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James Roy Dutton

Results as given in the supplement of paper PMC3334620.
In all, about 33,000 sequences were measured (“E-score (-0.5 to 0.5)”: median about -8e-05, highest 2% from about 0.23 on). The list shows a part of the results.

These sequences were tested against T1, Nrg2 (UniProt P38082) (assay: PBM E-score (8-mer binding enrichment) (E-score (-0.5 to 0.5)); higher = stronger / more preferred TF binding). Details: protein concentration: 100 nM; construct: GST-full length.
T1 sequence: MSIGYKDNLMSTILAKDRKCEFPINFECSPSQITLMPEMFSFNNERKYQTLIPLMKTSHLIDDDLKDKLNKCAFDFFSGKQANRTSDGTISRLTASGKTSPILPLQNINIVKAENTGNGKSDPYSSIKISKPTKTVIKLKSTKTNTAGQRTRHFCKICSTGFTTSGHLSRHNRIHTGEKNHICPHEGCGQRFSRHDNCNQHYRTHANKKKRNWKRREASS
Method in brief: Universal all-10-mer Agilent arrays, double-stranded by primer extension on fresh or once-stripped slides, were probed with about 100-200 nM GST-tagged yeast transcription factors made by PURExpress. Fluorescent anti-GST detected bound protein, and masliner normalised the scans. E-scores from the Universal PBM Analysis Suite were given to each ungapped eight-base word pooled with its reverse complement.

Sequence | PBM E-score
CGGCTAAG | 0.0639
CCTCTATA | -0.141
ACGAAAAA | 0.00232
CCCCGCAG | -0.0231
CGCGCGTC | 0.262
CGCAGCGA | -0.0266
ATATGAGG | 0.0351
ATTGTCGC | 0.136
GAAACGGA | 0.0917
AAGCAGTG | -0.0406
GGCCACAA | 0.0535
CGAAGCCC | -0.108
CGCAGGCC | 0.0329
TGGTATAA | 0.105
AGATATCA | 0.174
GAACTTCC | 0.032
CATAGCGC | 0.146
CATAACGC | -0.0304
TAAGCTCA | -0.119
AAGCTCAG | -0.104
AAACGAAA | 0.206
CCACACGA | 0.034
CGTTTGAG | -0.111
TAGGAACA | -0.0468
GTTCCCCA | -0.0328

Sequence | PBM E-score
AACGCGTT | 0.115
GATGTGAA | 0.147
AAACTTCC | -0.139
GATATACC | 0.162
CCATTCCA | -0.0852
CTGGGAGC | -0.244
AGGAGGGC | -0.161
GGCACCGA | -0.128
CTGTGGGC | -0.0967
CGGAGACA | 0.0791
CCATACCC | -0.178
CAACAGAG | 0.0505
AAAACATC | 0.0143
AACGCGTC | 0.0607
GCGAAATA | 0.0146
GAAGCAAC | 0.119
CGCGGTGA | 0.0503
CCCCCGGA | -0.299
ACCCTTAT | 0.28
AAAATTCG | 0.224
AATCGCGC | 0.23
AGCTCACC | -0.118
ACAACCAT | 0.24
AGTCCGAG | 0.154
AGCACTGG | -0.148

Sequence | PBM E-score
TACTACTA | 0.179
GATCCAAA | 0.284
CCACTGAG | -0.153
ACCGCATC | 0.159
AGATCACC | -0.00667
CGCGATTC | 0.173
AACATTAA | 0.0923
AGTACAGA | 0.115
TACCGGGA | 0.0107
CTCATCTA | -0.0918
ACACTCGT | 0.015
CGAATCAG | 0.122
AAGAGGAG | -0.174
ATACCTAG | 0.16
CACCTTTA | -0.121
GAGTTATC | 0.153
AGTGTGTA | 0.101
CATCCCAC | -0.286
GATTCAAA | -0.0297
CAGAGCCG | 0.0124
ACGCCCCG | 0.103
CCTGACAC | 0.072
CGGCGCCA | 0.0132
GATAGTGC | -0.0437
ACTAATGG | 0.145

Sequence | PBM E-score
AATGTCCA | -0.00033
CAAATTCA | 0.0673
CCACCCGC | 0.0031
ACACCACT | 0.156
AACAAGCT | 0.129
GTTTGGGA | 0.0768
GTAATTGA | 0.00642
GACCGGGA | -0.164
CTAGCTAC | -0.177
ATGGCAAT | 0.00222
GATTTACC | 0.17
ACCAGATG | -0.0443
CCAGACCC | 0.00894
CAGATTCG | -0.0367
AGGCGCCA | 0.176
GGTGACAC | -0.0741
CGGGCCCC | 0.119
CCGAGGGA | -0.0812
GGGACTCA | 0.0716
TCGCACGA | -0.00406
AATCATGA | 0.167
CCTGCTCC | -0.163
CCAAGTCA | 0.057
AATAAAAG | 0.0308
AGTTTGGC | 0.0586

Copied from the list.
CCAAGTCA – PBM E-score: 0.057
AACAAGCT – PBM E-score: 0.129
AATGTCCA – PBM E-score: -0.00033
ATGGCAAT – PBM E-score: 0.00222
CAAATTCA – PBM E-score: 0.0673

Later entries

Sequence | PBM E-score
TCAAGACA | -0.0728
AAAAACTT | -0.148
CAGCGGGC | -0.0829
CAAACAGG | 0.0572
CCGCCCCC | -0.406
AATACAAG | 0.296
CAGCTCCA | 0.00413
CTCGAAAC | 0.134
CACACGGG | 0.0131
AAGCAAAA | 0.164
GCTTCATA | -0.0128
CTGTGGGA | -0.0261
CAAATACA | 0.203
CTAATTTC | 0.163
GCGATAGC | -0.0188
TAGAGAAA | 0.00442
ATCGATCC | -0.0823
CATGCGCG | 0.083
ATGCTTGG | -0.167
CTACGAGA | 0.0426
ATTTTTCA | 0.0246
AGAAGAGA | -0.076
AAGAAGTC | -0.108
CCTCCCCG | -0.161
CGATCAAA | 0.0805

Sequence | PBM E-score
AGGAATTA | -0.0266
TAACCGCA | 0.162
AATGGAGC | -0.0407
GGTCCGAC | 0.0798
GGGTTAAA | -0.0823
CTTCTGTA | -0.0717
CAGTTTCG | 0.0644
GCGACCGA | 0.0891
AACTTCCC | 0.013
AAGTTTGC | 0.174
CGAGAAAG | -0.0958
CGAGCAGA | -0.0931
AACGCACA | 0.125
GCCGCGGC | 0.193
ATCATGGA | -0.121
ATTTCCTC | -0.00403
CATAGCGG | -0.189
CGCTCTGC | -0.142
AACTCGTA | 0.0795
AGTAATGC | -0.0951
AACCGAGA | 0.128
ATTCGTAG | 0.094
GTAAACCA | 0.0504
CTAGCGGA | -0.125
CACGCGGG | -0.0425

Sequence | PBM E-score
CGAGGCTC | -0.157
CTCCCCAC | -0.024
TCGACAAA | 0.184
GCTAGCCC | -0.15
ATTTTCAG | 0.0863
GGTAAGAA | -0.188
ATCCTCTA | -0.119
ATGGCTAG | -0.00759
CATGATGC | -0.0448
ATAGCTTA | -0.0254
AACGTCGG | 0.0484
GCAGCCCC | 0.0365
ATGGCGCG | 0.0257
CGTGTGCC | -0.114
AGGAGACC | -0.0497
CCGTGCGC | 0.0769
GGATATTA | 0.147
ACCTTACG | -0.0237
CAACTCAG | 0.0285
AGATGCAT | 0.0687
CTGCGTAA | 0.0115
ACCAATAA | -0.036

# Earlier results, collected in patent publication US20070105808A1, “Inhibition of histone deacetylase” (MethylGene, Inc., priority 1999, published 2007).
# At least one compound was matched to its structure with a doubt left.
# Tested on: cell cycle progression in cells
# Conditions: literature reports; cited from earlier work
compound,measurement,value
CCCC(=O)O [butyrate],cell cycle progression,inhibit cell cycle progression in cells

P/O James Roy Dutton was one of Canada's true patriots. He had served in the First Great War, going overseas as a cook. When this conflict began, despite the fact that he was well over the age for enlistment in the R.C.A.F., he was accepted for training on May 20, 1940, as a mechanic, and in December, 1941, was sent overseas. But P/O Dutton still felt he was not doing enough and he remustered in 1943 into aircrew and became a flight engineer of an R.A.F. secret mission squadron flying small arms to patriots in European countries. It was dramatically fitting that such a man, at the age of 47, who might have been living comfortably in peaceful Canada, should be serving those who defied the Nazi tyrants and strove for liberation. It was on such a mission over Europe on March 4, 1944, that the plane in which he was flying was shot down and all but one member of the crew was lost. He is buried in the Bernay Communal Cemetery at St. Croix, France. In civilian life P/O Dutton was a metal worker at the Brantford Coach and Body Limited. He was a member of the Mohawk Lodge, I.O.O.F., and was keenly interested in the Inter-Factory hockey league. He was the son of the late Mr. and Mrs. James Dutton.